Football Coach's Halftime Talk to the Team
While coaching your football team for the first half of a game, you see all sorts of things: players scoring touchdowns, dropping passes, making diving tackles, and fumbling the ball, among others. So, as your players trot off the field for halftime, you'll have a lot of information in your head and not much time — probably 10 minutes tops — to relay it.
How can you make the most out of your halftime-talk time? Foremost, adjust your message to fit the needs and mood of the team. What you say during your halftime chat should be clear, concise, and uplifting.
You don't have to verbally replay the entire half of the game for the team. After all, your players were out on the field, and they know what happened. But you do want this time with your team to be productive. The following are a few tips to keep in mind when gathering your troops at halftime:
Use some time for rest and rehydration. Allow players a chance to drink some fluids before you begin your halftime talk. Having a chance to catch their breath makes them more receptive to your comments.
Improvise. Every game your team plays requires a different halftime talk from you. You can't rely on the same halftime speech all season long. On your way to the locker room or the big tree behind the end zone where teams gather for the break, think about what you want to get across.
Stick to key points. By limiting how much information you throw at your team, you make your words more likely to sink in. The last thing you want to do is send your team back on the field overwhelmed.
Keep a straight face. Even if you're frustrated or upset, never let the team know it. Losing a grip on your emotions detracts from your ability to coach and interact effectively with your players. Regardless of whether your team is way ahead or way behind, maintain a positive attitude and demeanor.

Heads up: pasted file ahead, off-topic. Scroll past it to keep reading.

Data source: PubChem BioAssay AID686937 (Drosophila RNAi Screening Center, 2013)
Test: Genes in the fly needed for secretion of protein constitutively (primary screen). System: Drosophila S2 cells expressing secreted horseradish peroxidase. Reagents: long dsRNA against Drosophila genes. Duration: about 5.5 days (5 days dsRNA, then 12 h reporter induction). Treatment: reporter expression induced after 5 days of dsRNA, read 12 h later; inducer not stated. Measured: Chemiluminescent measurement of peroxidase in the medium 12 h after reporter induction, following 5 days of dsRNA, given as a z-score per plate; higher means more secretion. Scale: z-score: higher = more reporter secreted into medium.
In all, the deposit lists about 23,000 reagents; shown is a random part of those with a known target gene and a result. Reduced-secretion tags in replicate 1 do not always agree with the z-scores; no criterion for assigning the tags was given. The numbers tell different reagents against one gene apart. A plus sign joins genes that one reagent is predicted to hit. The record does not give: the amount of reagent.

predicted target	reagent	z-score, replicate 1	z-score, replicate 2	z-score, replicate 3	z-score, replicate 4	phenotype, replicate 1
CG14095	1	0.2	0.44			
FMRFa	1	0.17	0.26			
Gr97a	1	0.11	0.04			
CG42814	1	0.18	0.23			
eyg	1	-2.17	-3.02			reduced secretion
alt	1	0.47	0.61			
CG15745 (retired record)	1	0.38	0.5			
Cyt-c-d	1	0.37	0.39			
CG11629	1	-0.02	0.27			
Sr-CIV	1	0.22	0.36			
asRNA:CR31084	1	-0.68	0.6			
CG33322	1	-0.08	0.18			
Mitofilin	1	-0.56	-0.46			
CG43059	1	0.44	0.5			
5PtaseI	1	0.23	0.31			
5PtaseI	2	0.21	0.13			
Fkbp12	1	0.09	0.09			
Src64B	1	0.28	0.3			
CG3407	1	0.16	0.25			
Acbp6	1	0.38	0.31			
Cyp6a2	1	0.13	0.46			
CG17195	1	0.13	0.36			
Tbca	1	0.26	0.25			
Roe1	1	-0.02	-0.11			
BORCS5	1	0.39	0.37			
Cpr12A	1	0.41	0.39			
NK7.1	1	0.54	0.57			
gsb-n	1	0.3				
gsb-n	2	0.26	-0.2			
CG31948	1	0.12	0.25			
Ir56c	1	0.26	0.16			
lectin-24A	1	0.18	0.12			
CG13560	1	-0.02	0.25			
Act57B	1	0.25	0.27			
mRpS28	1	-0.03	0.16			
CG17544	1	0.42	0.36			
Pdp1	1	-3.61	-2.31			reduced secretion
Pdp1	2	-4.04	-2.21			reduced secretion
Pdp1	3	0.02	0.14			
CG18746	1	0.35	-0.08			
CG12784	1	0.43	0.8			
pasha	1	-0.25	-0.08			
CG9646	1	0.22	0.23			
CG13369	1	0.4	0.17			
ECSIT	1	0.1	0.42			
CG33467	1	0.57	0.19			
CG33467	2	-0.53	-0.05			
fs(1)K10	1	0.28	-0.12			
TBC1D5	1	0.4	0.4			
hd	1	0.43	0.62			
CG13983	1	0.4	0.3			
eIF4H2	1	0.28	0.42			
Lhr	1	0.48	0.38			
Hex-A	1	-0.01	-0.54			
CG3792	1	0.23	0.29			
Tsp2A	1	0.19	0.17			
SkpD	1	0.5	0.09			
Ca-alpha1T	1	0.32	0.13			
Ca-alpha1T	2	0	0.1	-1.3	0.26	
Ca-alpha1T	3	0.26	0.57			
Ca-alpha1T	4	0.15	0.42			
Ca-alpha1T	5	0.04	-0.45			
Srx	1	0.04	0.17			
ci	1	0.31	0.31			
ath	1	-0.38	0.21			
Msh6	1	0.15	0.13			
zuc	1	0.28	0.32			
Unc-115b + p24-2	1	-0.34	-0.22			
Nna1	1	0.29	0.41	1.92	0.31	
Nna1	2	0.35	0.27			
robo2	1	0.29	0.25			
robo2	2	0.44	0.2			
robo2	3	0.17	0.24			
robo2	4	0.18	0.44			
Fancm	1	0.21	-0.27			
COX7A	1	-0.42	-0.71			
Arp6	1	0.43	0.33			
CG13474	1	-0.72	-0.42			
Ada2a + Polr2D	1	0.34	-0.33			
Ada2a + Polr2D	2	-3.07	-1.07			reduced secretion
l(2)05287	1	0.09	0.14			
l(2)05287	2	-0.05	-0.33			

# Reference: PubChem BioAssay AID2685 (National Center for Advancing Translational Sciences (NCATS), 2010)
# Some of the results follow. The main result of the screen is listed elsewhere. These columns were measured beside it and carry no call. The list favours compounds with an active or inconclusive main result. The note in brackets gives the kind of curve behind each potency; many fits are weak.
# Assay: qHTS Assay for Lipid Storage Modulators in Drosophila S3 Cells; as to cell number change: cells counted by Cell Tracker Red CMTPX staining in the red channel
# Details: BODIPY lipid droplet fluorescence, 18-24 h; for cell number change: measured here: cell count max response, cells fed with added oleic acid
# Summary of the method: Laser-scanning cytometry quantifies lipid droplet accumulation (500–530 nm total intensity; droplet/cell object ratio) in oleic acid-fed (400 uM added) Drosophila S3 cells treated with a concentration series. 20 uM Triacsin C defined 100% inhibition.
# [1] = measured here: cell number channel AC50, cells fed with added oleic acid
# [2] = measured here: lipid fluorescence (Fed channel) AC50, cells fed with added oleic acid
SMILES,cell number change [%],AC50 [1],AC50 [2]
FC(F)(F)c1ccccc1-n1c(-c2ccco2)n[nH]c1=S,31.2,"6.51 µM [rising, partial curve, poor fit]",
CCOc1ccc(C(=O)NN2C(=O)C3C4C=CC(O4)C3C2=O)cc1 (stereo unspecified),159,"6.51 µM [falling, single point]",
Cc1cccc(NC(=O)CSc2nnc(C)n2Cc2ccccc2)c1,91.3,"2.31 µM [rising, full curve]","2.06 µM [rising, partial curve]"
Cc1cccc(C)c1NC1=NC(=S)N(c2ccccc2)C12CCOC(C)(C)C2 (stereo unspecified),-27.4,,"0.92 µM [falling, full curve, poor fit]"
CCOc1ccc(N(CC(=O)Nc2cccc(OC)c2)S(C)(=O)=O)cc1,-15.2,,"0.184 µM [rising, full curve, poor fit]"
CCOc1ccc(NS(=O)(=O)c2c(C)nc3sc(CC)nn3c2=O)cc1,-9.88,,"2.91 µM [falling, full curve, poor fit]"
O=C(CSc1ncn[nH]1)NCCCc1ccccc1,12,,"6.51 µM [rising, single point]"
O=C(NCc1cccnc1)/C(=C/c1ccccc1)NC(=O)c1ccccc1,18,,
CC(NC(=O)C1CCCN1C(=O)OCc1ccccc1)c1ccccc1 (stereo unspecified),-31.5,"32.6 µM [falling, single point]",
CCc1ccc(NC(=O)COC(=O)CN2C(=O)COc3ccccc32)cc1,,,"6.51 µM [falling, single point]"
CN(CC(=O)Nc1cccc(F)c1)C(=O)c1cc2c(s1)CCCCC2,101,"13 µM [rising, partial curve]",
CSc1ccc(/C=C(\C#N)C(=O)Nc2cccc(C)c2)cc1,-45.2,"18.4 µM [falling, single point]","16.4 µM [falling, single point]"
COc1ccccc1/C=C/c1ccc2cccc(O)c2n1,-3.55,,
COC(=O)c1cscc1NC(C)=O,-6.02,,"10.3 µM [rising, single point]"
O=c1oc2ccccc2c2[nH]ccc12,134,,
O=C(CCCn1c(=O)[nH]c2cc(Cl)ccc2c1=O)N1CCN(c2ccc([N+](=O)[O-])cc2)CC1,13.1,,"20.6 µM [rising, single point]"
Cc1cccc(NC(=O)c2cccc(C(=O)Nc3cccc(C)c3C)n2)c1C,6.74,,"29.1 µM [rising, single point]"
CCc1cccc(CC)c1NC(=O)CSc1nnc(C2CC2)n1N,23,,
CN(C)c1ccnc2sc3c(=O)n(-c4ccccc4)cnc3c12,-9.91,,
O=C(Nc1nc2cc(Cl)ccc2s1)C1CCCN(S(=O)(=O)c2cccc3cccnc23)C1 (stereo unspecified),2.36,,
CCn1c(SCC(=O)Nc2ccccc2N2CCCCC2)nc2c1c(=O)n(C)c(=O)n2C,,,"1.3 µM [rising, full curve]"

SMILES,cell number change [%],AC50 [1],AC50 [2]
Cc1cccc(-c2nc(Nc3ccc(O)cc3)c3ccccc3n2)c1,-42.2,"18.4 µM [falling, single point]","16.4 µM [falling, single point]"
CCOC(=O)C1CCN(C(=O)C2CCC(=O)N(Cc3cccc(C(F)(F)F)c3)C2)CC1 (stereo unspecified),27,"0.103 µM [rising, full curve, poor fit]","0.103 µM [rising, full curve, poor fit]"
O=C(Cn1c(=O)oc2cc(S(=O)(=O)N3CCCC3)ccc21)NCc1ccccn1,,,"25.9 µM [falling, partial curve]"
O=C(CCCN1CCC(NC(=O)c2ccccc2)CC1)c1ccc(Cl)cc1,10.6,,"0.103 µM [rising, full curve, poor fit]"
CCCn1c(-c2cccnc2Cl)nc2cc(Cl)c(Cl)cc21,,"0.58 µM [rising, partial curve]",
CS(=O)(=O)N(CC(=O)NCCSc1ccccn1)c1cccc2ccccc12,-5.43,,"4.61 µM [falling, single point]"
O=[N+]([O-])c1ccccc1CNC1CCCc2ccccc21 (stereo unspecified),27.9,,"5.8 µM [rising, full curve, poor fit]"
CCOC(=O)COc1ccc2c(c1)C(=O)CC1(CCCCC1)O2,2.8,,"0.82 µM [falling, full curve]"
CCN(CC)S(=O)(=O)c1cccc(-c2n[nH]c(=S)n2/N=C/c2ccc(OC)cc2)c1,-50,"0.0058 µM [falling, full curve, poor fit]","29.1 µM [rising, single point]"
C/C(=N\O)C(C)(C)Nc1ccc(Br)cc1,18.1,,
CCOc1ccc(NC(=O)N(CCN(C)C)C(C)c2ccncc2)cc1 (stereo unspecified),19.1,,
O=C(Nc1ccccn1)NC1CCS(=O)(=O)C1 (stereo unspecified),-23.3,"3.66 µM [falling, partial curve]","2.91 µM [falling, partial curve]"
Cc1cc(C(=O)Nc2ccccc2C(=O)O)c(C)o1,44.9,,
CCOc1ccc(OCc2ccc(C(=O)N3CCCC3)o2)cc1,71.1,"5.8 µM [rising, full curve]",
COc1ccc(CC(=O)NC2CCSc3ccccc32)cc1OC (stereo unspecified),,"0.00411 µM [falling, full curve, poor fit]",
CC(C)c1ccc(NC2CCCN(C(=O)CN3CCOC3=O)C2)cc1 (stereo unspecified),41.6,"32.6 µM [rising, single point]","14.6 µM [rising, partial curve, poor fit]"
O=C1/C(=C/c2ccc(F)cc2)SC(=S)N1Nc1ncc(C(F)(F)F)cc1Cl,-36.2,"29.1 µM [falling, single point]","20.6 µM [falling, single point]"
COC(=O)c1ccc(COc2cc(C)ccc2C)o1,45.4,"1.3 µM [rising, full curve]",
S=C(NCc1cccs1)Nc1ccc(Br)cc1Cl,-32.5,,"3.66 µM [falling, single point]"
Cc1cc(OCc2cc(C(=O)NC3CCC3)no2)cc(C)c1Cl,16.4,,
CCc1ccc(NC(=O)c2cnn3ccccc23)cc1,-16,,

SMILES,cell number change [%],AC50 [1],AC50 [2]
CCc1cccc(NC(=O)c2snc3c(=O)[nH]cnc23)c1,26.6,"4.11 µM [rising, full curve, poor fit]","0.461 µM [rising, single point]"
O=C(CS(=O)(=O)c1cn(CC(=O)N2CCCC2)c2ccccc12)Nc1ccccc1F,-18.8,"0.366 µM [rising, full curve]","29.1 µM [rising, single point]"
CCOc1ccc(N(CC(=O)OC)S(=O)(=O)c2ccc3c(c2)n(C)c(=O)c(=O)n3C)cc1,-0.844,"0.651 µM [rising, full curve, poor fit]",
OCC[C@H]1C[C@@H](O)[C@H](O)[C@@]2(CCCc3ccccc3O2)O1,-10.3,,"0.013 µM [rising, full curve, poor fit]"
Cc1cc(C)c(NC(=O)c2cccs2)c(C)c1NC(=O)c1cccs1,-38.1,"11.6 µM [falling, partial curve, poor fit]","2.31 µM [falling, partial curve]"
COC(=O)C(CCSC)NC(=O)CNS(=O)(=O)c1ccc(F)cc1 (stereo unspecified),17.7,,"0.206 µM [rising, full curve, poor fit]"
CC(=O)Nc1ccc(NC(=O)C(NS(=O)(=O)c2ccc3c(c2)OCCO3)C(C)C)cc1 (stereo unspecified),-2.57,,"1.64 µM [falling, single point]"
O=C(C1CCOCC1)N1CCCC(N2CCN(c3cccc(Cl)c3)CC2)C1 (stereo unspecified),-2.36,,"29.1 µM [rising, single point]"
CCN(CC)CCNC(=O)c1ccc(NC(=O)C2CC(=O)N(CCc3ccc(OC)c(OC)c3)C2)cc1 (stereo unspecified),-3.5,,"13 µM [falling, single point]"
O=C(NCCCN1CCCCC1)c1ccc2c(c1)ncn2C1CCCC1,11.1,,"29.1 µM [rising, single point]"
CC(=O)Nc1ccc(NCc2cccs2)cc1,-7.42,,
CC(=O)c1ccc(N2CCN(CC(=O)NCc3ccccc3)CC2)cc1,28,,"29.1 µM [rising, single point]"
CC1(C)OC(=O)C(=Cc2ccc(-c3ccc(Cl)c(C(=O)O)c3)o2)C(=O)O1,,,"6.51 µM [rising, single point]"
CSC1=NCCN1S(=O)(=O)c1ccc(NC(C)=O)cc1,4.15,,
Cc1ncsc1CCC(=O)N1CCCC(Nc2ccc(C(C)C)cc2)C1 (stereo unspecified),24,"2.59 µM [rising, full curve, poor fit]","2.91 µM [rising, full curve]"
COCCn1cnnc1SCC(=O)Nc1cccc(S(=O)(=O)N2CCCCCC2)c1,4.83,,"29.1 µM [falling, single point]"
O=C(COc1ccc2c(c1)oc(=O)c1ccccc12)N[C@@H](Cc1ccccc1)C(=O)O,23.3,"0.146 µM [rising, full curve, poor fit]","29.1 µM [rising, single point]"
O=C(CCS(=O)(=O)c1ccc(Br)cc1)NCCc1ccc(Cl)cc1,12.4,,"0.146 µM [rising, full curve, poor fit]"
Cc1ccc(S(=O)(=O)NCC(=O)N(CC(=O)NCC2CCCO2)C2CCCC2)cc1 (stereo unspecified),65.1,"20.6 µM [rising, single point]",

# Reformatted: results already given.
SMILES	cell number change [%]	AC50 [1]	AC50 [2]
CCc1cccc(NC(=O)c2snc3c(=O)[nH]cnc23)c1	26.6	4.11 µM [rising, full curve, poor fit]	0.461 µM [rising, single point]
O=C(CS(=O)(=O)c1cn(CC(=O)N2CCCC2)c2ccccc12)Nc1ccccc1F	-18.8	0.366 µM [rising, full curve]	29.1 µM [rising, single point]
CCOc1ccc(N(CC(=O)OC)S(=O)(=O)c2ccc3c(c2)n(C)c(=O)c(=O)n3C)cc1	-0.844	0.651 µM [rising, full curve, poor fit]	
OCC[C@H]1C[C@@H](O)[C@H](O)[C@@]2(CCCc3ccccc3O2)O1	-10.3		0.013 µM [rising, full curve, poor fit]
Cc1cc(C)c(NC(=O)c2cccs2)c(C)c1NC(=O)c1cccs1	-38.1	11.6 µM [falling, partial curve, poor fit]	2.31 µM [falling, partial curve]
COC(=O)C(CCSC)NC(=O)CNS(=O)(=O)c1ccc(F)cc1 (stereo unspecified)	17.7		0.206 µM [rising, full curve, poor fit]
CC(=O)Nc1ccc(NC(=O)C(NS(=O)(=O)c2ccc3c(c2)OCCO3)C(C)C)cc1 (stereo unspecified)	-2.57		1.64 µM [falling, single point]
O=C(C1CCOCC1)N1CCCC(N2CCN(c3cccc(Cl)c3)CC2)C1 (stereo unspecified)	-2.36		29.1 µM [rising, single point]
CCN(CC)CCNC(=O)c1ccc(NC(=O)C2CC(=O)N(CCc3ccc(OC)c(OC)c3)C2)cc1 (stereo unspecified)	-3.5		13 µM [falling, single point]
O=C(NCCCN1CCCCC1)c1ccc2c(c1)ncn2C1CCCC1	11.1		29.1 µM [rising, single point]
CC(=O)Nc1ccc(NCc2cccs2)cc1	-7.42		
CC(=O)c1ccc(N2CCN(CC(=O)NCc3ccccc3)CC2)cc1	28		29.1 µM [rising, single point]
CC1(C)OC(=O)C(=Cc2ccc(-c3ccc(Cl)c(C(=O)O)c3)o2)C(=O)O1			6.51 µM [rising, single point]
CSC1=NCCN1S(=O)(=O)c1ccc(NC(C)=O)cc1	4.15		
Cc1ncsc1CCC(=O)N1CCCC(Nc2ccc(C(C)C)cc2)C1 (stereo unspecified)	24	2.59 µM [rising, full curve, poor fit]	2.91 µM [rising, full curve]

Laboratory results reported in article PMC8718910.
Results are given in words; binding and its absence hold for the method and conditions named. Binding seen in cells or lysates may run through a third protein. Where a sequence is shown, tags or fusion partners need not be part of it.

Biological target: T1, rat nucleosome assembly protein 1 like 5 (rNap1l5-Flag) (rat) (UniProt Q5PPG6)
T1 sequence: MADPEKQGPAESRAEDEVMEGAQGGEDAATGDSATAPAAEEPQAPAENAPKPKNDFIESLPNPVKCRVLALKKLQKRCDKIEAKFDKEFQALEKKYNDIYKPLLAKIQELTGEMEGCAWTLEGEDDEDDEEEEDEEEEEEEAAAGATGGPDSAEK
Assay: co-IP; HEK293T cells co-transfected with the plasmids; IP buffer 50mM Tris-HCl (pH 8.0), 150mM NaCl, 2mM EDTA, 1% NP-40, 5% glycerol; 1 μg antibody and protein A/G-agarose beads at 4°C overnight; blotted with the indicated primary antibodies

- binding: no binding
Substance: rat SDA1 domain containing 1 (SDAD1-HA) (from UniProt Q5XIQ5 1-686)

Kids respond not only to what you're saying but to your body language as well. If your shoulders are slumped and your head's bowed, that negativity can smother your team's energy. Approach halftime with the same positive energy you brought to your pre-game talk, and your team will respond accordingly.
Highlight the positives as team plays. Stick to highlighting the great play of specific units rather than individual players. For example, point out the great way the secondary played right before the half in knocking down passes while going against the opponent's no-huddle offense. Or mention how your offensive line really did an outstanding job blocking on that fourth-and-goal touchdown run in the first quarter.
Make necessary adjustments. One of your biggest challenges is making halftime adjustments based on what went right — and not-so-right — during the opening two quarters. Keep the focus on finding solutions and fixing problems rather than making speeches.
Focus on your team. Try to play to your team's strengths. For example, if you're a great running team but find yourself down by a couple touchdowns at halftime, start the third quarter running the ball. Sticking to your style of play maintains a certain comfort level among the players.
When coaching experienced teams, you can take advantage of the halftime break in a number of other ways, such as the following:
Get player feedback. Because of all your responsibilities during the game, you can't possibly monitor everything that takes place on the field. That's where your players can help. Asking your players whether they have any suggestions for the second half reinforces your respect for them and their knowledge of the game; furthermore, you may gain some valuable feedback that benefits the team.
Watch the wind and sun. Sometimes you have to tweak your strategy to fit the weather. For example, if strong winds will be at your team's back for the upcoming quarter, you may want to take a more aggressive approach throwing the ball downfield; when the teams change ends at the end of the quarter, your passing opportunities will be more limited because of Mother Nature.
Adjust to the striped shirts. Different referees officiate games different ways, and your players have to adjust accordingly. Some refs throw lots of penalty flags, while others hardly ever reach for a flag. Make note of how the game is being called, and make any necessary adjustments in your team's approach.